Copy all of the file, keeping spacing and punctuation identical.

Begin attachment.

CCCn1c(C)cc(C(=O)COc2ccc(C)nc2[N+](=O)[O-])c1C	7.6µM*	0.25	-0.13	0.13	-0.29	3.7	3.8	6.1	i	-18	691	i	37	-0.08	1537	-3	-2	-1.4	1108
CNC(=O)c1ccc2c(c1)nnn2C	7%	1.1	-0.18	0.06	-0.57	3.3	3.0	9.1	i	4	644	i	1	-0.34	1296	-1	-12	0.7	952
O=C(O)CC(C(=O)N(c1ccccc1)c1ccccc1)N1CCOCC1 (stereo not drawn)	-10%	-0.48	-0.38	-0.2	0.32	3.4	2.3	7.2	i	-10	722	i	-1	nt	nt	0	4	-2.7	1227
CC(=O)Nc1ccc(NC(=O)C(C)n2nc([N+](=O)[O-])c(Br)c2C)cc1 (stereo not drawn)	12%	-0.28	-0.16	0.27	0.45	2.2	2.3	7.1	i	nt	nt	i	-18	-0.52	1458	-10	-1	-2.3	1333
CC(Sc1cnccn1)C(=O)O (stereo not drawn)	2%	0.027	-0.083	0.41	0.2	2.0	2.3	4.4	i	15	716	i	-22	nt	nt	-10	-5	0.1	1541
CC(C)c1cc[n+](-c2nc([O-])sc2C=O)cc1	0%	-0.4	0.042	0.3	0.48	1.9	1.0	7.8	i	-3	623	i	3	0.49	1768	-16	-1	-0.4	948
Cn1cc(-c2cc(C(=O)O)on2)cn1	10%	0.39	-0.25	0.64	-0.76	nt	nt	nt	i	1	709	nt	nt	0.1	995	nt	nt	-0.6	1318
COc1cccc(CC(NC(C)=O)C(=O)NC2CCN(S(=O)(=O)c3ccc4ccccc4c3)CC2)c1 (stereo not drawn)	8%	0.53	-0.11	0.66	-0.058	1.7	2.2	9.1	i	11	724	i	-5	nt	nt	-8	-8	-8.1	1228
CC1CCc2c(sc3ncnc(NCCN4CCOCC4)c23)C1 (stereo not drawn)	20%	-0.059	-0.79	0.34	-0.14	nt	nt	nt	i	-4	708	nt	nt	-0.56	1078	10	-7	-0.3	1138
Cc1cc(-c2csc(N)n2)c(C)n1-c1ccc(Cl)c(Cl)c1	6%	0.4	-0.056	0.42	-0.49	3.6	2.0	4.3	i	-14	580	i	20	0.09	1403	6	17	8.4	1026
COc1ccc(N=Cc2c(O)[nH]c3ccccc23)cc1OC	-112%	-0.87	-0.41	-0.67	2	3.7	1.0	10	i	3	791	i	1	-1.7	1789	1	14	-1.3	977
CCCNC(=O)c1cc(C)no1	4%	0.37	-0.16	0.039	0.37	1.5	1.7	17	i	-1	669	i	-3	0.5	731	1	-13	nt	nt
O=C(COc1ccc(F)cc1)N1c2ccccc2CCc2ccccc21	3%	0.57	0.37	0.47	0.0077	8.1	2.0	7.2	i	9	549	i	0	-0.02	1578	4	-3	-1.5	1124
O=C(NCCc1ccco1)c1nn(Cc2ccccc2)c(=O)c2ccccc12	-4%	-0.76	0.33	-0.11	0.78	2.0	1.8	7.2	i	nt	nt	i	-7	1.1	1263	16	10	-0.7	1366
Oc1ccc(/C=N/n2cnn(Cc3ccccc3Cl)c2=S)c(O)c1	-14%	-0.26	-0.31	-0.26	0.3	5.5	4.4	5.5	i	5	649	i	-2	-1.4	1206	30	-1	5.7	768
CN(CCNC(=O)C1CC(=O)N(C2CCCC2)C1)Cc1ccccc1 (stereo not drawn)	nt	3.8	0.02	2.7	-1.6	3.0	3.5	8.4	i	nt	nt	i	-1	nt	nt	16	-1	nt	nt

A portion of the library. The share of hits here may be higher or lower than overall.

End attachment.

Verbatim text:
CCCn1c(C)cc(C(=O)COc2ccc(C)nc2[N+](=O)[O-])c1C	7.6µM*	0.25	-0.13	0.13	-0.29	3.7	3.8	6.1	i	-18	691	i	37	-0.08	1537	-3	-2	-1.4	1108
CNC(=O)c1ccc2c(c1)nnn2C	7%	1.1	-0.18	0.06	-0.57	3.3	3.0	9.1	i	4	644	i	1	-0.34	1296	-1	-12	0.7	952
O=C(O)CC(C(=O)N(c1ccccc1)c1ccccc1)N1CCOCC1 (stereo not drawn)	-10%	-0.48	-0.38	-0.2	0.32	3.4	2.3	7.2	i	-10	722	i	-1	nt	nt	0	4	-2.7	1227
CC(=O)Nc1ccc(NC(=O)C(C)n2nc([N+](=O)[O-])c(Br)c2C)cc1 (stereo not drawn)	12%	-0.28	-0.16	0.27	0.45	2.2	2.3	7.1	i	nt	nt	i	-18	-0.52	1458	-10	-1	-2.3	1333
CC(Sc1cnccn1)C(=O)O (stereo not drawn)	2%	0.027	-0.083	0.41	0.2	2.0	2.3	4.4	i	15	716	i	-22	nt	nt	-10	-5	0.1	1541
CC(C)c1cc[n+](-c2nc([O-])sc2C=O)cc1	0%	-0.4	0.042	0.3	0.48	1.9	1.0	7.8	i	-3	623	i	3	0.49	1768	-16	-1	-0.4	948
Cn1cc(-c2cc(C(=O)O)on2)cn1	10%	0.39	-0.25	0.64	-0.76	nt	nt	nt	i	1	709	nt	nt	0.1	995	nt	nt	-0.6	1318
COc1cccc(CC(NC(C)=O)C(=O)NC2CCN(S(=O)(=O)c3ccc4ccccc4c3)CC2)c1 (stereo not drawn)	8%	0.53	-0.11	0.66	-0.058	1.7	2.2	9.1	i	11	724	i	-5	nt	nt	-8	-8	-8.1	1228
CC1CCc2c(sc3ncnc(NCCN4CCOCC4)c23)C1 (stereo not drawn)	20%	-0.059	-0.79	0.34	-0.14	nt	nt	nt	i	-4	708	nt	nt	-0.56	1078	10	-7	-0.3	1138
Cc1cc(-c2csc(N)n2)c(C)n1-c1ccc(Cl)c(Cl)c1	6%	0.4	-0.056	0.42	-0.49	3.6	2.0	4.3	i	-14	580	i	20	0.09	1403	6	17	8.4	1026
COc1ccc(N=Cc2c(O)[nH]c3ccccc23)cc1OC	-112%	-0.87	-0.41	-0.67	2	3.7	1.0	10	i	3	791	i	1	-1.7	1789	1	14	-1.3	977
CCCNC(=O)c1cc(C)no1	4%	0.37	-0.16	0.039	0.37	1.5	1.7	17	i	-1	669	i	-3	0.5	731	1	-13	nt	nt
O=C(COc1ccc(F)cc1)N1c2ccccc2CCc2ccccc21	3%	0.57	0.37	0.47	0.0077	8.1	2.0	7.2	i	9	549	i	0	-0.02	1578	4	-3	-1.5	1124
O=C(NCCc1ccco1)c1nn(Cc2ccccc2)c(=O)c2ccccc12	-4%	-0.76	0.33	-0.11	0.78	2.0	1.8	7.2	i	nt	nt	i	-7	1.1	1263	16	10	-0.7	1366
Oc1ccc(/C=N/n2cnn(Cc3ccccc3Cl)c2=S)c(O)c1	-14%	-0.26	-0.31	-0.26	0.3	5.5	4.4	5.5	i	5	649	i	-2	-1.4	1206	30	-1	5.7	768
CN(CCNC(=O)C1CC(=O)N(C2CCCC2)C1)Cc1ccccc1 (stereo not drawn)	nt	3.8	0.02	2.7	-1.6	3.0	3.5	8.4	i	nt	nt	i	-1	nt	nt	16	-1	nt	nt

A portion of the library. The share of hits here may be higher or lower than overall.